KEARNEY – Ted Carter feels at home in Kearney.
The priority candidate to serve as University of Nebraska president grew up in Burrillville, Rhode Island, and he sees a lot of similarities between the two communities.
"The fact that we're here at the University of Nebraska at Kearney is not a mistake," Carter said Friday. "I wanted to come here first."
Carter, the immediate past superintendent of the U.S. Naval Academy and a former president of the U.S. Naval War College, kicked off a series of university and community forums in Kearney, where he met with UNK students, faculty and staff on Friday before holding a public event Saturday morning at Cunningham's on the Lake. He'll travel to communities across the state during a 30-day review period, after which the NU Board of Regents could appoint him as the university system's eighth president.
A retired vice admiral who left the Naval Academy in July, Carter views the University of Nebraska presidency as an opportunity to take his experience in higher education to the next level, saying the position called to him.
"I'm humbled to be in consideration for this job," he said.
The only person to serve as U.S. Naval Academy superintendent for five consecutive years, Carter pointed to UNK's "community feel," affordable tuition and strong job placement rates as advantages for the Kearney campus.
"This is a unique town in the state of Nebraska," he said, describing Kearney residents as genuine, sincere and hardworking. "People should want to see what's happening here."
Carter, who comes from a family of educators, noted UNK's role as an economic driver in greater Nebraska.
About 92% of UNK students accept a full-time job or advance to higher education after graduation, and roughly 80% of those graduates remain in Nebraska to work.
"It's an amazing return on investment," said Carter, calling a UNK degree one of the best values in the state.
The 60-year-old believes UNK can attract the "best and brightest" students from across Nebraska, the country and world by continuing to provide an outstanding education and welcoming campus environment, coupled with the university's ongoing investments in online programs and growing fields such as health care and science, technology, engineering and math (STEM).
"I'd say you're in a good place, going to a great place," said Carter, who formed the nation's first accredited cyber operations major and accredited a nuclear engineering major at the Naval Academy. During his tenure, the academy was ranked the nation's No. 1 public university by Forbes Magazine.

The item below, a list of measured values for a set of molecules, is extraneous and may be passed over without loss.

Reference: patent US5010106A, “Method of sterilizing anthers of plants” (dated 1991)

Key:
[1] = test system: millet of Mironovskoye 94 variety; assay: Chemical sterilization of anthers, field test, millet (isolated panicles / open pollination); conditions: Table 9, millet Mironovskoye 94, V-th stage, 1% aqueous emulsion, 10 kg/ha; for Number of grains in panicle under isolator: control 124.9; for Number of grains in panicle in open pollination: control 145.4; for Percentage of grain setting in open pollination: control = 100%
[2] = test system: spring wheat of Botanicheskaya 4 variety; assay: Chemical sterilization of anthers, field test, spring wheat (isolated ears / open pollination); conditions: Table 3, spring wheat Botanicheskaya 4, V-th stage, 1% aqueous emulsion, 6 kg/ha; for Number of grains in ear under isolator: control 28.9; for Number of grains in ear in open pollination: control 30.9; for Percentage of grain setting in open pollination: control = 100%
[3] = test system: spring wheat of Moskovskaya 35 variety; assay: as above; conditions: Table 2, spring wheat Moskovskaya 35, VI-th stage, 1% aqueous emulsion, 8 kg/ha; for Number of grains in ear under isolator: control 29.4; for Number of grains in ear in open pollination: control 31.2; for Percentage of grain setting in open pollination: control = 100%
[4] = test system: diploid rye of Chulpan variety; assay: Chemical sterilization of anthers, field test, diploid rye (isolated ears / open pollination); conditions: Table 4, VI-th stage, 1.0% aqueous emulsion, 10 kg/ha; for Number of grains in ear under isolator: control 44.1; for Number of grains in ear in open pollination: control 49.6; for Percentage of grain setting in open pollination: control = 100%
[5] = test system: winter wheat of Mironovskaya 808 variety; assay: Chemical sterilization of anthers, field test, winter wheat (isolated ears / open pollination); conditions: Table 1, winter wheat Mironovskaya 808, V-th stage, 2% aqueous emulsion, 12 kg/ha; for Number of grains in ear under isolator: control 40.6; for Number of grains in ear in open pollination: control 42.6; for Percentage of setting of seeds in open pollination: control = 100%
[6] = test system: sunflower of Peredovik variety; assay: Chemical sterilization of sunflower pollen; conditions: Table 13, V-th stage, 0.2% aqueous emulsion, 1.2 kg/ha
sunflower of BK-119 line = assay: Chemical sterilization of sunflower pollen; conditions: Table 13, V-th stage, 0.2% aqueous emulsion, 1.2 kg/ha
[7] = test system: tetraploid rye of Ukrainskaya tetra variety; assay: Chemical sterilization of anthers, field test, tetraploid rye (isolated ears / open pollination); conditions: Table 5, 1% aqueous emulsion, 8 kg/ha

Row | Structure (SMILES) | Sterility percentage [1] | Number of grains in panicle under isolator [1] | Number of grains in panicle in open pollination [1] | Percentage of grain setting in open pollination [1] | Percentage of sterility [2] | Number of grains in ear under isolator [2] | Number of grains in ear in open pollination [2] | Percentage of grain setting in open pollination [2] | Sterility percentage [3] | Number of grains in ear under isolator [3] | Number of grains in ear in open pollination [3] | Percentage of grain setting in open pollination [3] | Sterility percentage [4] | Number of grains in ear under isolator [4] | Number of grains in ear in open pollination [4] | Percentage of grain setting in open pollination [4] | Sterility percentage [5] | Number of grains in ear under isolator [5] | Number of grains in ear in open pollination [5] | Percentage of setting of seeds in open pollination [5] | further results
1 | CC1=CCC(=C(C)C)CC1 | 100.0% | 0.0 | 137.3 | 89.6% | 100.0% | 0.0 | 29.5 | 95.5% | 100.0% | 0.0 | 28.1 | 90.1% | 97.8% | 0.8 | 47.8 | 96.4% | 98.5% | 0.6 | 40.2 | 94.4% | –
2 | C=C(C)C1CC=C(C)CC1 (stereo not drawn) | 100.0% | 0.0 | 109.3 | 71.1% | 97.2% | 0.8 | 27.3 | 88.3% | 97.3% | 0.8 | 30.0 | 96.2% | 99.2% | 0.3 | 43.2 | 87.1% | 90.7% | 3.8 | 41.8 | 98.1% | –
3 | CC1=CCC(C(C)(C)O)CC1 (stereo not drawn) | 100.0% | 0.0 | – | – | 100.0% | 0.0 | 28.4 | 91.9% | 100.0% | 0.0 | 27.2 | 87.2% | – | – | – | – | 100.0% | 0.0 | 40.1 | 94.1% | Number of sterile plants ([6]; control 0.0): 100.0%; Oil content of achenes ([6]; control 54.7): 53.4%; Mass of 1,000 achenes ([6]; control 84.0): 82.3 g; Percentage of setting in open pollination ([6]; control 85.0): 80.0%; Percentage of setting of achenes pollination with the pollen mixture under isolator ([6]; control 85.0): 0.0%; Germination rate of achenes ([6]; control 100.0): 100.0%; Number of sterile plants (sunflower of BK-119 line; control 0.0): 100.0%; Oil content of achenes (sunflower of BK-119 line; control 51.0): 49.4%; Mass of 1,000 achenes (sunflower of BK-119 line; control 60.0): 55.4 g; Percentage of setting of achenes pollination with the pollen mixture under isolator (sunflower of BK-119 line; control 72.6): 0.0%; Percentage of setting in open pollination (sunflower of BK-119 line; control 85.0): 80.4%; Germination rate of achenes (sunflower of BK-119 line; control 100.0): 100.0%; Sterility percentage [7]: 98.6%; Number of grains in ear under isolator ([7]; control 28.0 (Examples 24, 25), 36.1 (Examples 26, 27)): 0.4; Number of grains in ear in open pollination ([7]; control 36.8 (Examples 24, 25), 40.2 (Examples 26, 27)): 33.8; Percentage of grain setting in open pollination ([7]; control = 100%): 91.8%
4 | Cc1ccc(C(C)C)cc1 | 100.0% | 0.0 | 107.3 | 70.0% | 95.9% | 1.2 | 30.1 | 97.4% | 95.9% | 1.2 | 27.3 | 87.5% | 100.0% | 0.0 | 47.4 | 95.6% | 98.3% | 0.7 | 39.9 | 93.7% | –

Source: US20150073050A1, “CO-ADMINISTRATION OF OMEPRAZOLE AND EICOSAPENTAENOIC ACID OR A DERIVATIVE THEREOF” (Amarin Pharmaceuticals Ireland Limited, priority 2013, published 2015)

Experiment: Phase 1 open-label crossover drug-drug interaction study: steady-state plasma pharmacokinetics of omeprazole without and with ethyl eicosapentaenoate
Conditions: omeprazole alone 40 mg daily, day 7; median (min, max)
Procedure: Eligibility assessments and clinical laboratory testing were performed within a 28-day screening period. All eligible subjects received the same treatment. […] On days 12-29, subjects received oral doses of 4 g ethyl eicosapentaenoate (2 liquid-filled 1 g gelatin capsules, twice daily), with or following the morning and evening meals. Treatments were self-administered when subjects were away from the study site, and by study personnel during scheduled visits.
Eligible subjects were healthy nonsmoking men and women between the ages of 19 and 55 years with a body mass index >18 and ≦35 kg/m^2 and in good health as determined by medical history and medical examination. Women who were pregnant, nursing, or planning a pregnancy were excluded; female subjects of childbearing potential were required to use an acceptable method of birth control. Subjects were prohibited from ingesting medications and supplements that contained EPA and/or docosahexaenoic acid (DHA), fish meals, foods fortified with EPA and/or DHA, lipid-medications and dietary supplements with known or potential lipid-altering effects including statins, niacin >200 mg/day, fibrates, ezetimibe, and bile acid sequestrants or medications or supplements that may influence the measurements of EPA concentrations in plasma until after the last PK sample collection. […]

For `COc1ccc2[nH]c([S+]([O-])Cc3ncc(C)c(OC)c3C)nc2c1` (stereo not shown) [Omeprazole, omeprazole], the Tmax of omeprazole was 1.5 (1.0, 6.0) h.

As superintendent, Carter oversaw all functions of the Naval Academy, including leadership of 4,400 students and 1,500 faculty and staff, management of a $500 million budget and oversight of academics, facilities, admissions and policy. The Naval Academy's Class of 2019 achieved a record-high graduation rate of 90%, and Carter significantly advanced diversity and inclusion.
At UNK, nearly 45% of undergraduate students are first-generation and about 25% come from underrepresented backgrounds.
Carter plans to continuously engage UNK students, faculty and staff if he's selected as the university system's next leader.
"I think those are important discussions to have so we can continually improve and make the University of Nebraska at Kearney that much better every year," he said.
Carter, who led 1,600 resident students, 100,000-plus distance education students and 600 faculty and staff in graduate-level education as president of the U.S. Naval War College, earned his bachelor's degree in physics and oceanography from the U.S. Naval Academy. He also has educational credentials from the Navy Nuclear Power School, U.S. Air Force Air War College, Naval War College and Armed Forces Staff College.
A Distinguished Flying Cross and Bronze Star recipient, he has 38 years of active-duty military service, including as a naval flight officer and commander for the Carrier Strike Group Twelve, a position that led 20 ships, two nuclear-powered aircraft carriers and two carrier air wings that were deployed to Afghanistan and the Arabian Gulf.
Carter's selection as the priority candidate for NU president was unanimously supported by the Board of Regents and a 23-member Presidential Search Advisory Committee representing faculty, staff, students, administration, business, agriculture and other university constituencies.
Regent Jim Pillen of Columbus, who chaired the national search that began in April, said the goal was to find an extraordinary, global leader "who will fall in love with Nebraska and never leave here."
Pillen believes Carter is that person.